IITs: A unique education system model of India that stood the test of time

The Japanese Economic Miracle and the astonishing pace with which Italy and West Germany resurrected their post-war economies clearly highlight the close coordination of industry with academia.

IIT, Indian Institute of technology, IIT Roorkee, Japanese Economic Miracle, Biplab Sarkar, Vinay Sharma , Rohit Sharma
Today, we have a total of 23 IITs spread across the country, many of which are under construction. (Image: IIT Roorkee)

By Prof. Vinay Sharma, Prof. Rohit Sharma and Prof. Biplab Sarkar 

Indian Institutes of Technology (or IITs) defines a unique education system model of India. The first one came into being after the Hijli detention center (which was functional during the British rule) was converted into IIT Kharagpur in 1951. Today, we have a total of 23 IITs spread across the country, many of which are under construction. The Covid19 pandemic has bought the reputation of IITs to a newer height. IITs has been proactive from the beginning of this pandemic. From supplying hand sanitizers to portable ventilators for the hospitals, IITs have developed numerous products and techniques to counter the pandemic. Some of the innovations are already in action, viz.
(i) low-cost covid19 test developed by IIT Delhi, approved by the Indian Council for Medical Research (ICMR),
(ii) digital stethoscopes developed by IIT Bombay to monitor the patient remotely,
(iii) portable ventilators developed by quite a few IITs like Roorkee.

Few other innovations from IITs worth to mention are robots and mobile applications to counter the virus spreading, portable sanitization kits, innovative face-shields and personal protective equipment (PPE) kits, etc. By all means, these premier institutes took the mantle and came up with repertoire of innovations to counter the Covid19 pandemic.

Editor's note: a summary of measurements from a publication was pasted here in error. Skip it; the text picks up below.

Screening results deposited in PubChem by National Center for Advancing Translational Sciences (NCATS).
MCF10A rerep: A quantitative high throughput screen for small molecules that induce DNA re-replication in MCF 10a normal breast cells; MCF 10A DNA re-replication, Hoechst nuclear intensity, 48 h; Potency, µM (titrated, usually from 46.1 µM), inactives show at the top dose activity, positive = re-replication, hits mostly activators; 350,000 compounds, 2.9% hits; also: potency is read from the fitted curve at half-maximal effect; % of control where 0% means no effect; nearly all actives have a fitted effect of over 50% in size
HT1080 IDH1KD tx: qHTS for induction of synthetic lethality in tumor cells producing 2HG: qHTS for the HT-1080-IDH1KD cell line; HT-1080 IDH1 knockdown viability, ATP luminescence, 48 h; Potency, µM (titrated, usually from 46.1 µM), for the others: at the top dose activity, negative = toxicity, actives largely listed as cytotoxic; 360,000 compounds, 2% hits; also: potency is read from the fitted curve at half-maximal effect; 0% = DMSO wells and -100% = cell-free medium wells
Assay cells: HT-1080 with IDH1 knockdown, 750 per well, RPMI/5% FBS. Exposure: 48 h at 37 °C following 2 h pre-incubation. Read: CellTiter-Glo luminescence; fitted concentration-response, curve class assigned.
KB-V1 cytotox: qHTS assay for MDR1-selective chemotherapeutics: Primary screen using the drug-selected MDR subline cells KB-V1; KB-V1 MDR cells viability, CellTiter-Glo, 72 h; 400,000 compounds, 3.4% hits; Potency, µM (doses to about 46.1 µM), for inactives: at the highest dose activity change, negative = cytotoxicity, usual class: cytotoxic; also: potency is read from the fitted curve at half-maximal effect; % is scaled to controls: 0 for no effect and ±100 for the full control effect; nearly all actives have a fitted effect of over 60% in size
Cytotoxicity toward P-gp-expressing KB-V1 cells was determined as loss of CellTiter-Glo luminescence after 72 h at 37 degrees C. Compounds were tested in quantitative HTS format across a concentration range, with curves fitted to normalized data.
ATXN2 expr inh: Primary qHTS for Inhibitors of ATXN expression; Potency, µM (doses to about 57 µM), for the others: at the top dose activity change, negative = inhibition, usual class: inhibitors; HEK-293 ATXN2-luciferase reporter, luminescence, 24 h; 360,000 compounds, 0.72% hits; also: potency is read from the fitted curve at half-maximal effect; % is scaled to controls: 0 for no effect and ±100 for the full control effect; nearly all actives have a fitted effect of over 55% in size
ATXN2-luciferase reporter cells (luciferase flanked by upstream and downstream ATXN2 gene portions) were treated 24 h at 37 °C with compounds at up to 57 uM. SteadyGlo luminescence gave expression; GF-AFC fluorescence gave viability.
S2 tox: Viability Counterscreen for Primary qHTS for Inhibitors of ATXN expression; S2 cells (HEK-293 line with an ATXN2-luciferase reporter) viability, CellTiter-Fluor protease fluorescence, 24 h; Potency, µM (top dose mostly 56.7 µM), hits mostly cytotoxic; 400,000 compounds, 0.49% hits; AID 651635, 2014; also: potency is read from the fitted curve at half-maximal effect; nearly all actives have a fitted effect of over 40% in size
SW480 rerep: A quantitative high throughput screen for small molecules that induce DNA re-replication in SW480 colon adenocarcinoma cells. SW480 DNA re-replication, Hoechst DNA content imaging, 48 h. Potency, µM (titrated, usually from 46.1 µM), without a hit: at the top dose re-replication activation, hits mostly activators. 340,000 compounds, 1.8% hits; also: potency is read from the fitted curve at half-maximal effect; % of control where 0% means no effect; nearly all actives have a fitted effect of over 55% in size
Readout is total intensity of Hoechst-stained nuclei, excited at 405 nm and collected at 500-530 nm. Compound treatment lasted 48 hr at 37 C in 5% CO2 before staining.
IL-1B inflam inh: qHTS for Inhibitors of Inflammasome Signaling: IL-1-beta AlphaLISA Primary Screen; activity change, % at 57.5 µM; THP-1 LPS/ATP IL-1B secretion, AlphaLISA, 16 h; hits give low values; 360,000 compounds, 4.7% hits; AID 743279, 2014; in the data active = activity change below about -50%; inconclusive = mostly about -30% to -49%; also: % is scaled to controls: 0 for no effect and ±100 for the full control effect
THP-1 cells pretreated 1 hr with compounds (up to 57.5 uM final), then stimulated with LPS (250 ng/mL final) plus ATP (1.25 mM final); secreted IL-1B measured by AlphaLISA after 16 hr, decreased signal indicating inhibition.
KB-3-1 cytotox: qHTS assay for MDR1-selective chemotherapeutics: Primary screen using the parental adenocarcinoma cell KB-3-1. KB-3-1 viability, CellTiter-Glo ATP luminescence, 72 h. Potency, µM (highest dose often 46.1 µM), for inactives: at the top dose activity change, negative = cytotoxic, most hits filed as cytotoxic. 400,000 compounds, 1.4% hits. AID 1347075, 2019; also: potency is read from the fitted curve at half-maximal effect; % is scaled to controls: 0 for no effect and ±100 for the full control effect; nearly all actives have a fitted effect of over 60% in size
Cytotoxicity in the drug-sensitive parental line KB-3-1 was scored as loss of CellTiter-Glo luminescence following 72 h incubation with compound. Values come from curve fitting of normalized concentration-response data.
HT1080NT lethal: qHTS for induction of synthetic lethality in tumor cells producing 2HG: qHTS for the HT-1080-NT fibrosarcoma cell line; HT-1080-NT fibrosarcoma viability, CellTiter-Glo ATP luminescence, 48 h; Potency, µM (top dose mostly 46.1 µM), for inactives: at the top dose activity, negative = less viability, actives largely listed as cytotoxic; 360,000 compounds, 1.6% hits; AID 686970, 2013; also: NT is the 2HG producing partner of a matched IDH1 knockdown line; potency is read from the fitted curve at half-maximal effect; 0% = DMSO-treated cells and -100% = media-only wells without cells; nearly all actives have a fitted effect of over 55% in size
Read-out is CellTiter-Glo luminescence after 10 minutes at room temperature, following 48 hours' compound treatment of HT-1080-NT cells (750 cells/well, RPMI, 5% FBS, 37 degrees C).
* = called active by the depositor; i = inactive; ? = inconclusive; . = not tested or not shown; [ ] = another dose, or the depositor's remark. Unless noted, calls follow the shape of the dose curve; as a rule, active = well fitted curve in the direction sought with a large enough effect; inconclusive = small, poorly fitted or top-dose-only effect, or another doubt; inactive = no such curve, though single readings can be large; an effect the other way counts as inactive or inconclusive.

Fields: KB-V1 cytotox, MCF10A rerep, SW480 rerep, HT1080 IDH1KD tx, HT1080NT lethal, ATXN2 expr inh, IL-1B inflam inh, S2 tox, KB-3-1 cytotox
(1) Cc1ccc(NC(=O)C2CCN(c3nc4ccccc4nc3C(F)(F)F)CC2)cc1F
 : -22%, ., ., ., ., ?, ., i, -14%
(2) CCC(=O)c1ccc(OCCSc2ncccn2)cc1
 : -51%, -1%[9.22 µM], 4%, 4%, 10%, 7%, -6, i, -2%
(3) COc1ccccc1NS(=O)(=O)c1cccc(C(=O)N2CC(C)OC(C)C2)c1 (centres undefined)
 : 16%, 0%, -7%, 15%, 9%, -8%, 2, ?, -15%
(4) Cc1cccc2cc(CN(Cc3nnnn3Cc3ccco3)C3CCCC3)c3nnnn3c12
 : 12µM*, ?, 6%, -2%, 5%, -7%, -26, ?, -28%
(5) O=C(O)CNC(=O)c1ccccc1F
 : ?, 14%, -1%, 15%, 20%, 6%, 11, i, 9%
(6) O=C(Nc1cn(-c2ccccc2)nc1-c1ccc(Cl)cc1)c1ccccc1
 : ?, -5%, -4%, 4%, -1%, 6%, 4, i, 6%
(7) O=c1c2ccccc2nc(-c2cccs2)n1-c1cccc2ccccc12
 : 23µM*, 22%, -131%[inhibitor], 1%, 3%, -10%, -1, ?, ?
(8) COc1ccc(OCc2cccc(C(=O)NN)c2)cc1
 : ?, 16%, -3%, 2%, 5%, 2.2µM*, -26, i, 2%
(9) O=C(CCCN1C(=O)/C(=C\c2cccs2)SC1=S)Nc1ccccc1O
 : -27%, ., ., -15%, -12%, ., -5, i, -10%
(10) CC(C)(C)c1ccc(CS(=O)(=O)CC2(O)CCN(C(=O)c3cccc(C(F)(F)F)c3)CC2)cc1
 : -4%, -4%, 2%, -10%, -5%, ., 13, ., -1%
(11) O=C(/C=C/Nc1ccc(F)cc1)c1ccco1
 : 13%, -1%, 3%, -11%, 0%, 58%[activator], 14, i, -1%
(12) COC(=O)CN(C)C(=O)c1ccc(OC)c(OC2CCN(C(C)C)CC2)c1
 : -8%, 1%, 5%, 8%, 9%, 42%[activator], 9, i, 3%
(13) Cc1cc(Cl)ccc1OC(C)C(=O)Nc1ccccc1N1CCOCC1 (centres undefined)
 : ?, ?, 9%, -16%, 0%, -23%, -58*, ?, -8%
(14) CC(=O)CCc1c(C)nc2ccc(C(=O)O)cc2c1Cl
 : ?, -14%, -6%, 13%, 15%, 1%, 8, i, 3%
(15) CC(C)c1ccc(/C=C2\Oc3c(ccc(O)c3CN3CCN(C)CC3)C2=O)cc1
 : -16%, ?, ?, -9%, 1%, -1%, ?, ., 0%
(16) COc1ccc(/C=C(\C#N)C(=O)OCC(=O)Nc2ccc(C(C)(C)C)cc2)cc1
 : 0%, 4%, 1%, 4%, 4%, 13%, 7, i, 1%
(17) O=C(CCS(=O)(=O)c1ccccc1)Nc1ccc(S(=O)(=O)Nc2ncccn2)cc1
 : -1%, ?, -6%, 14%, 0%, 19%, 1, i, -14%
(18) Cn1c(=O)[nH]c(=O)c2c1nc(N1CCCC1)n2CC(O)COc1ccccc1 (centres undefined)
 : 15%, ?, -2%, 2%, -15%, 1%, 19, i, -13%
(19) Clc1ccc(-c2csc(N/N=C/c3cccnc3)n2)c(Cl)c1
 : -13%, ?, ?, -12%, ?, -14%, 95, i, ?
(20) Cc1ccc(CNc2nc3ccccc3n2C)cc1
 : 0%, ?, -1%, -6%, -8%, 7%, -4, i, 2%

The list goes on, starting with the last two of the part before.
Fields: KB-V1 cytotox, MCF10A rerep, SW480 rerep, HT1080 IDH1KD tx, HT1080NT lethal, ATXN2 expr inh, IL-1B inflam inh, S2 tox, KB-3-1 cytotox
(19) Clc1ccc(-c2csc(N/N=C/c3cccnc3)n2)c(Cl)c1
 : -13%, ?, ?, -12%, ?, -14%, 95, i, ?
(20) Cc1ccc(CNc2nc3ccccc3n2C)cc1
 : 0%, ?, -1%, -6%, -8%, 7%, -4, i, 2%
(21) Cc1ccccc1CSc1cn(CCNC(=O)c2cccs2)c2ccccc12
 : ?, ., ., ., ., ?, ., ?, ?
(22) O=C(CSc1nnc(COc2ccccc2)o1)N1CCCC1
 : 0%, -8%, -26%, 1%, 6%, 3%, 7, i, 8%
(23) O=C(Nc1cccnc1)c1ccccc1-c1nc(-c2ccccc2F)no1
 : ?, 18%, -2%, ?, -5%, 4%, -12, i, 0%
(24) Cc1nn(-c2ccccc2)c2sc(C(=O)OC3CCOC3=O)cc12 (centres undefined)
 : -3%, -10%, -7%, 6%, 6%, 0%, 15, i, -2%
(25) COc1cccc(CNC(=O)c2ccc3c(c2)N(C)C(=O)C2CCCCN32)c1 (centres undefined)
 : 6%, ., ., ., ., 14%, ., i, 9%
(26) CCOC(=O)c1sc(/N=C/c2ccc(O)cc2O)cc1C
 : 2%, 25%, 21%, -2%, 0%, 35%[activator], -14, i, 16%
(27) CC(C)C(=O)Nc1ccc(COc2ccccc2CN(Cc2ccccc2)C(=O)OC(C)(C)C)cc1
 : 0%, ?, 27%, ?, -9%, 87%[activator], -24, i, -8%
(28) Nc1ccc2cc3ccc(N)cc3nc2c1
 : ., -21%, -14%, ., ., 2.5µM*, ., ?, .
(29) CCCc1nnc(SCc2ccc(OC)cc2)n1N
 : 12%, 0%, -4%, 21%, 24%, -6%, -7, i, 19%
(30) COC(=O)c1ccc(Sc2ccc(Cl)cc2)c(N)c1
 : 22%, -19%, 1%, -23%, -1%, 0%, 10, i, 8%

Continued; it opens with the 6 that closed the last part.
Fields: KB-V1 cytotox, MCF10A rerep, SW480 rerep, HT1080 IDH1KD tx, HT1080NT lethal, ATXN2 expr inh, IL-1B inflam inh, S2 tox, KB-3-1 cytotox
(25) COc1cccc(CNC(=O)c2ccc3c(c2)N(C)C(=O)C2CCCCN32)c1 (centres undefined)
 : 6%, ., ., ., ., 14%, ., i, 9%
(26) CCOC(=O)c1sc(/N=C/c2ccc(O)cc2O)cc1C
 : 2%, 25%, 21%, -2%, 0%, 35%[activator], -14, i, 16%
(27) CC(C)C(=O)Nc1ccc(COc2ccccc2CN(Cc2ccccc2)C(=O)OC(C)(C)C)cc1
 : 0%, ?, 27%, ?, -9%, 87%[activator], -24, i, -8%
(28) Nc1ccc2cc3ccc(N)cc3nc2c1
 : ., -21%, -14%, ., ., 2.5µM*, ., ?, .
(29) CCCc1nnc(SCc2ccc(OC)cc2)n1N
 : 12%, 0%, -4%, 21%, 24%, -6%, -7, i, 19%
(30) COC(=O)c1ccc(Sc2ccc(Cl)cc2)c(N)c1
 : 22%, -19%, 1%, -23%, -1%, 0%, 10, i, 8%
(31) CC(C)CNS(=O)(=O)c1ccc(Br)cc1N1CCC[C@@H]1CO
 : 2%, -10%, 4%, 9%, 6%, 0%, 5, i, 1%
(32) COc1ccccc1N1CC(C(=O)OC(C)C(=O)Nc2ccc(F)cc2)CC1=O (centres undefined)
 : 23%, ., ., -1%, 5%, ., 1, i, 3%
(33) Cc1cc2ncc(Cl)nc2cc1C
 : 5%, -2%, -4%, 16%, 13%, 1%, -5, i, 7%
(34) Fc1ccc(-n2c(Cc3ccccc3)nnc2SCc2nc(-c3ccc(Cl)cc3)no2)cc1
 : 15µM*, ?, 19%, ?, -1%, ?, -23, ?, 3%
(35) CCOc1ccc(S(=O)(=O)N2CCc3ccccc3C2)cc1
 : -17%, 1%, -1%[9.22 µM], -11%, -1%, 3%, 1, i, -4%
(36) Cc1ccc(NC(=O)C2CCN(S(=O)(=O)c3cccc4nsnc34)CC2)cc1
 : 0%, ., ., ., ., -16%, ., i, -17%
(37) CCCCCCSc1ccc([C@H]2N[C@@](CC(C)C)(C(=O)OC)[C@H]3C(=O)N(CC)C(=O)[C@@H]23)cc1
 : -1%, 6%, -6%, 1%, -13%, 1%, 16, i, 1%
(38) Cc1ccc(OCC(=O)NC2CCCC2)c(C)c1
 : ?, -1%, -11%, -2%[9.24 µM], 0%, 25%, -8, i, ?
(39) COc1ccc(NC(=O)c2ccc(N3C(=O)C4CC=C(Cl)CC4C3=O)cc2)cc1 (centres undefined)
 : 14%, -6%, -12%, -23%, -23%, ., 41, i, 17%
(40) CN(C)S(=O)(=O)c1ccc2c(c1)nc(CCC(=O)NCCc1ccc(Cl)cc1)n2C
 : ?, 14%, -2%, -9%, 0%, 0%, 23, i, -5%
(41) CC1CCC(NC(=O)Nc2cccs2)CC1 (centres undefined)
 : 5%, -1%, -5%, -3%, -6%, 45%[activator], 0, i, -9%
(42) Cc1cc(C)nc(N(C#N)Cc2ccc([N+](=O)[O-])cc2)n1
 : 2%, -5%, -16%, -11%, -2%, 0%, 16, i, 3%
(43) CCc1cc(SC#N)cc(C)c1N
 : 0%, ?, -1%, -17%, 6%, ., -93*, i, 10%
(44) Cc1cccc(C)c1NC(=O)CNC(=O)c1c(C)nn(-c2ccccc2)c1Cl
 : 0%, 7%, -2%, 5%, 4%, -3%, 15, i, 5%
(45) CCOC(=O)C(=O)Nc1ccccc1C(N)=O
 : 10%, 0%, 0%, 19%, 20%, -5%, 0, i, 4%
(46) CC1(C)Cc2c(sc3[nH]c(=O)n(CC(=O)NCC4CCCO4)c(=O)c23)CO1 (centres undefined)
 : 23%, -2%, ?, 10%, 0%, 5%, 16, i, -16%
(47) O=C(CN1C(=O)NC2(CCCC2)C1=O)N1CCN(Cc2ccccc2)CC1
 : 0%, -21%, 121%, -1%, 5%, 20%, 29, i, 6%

What drives this innovation?

A question that might ponder us all is what made the IITs a successful model to innovat relentlessly during this pandemic. There are many reasons which can directly or indirectly be linked to the success of IITs. Some of the key reasons are:

(i) Multi-disciplinary research approach: IITs has been proactively focusing on promoting the multi-disciplinary research platforms. Not only there is a strong focus on collaborations with different departments within the institute; there exists a constant pursuit to collaborate with other institutions such as medical colleges and global universities. During this pandemic, this multi-disciplinary platform has been most successful in a way. For example, IIT Roorkee with collaboration with AIIMS Rishikesh has developed low-cost portable ventilator prototype, which earned large scale appreciation and industry interest. New age IITs are also not far behind in taking a plunge to take this pandemic head-on. IIT Ropar has developed innovative point-of-care solutions in partnership with PGIMER, Chandigarh in record time.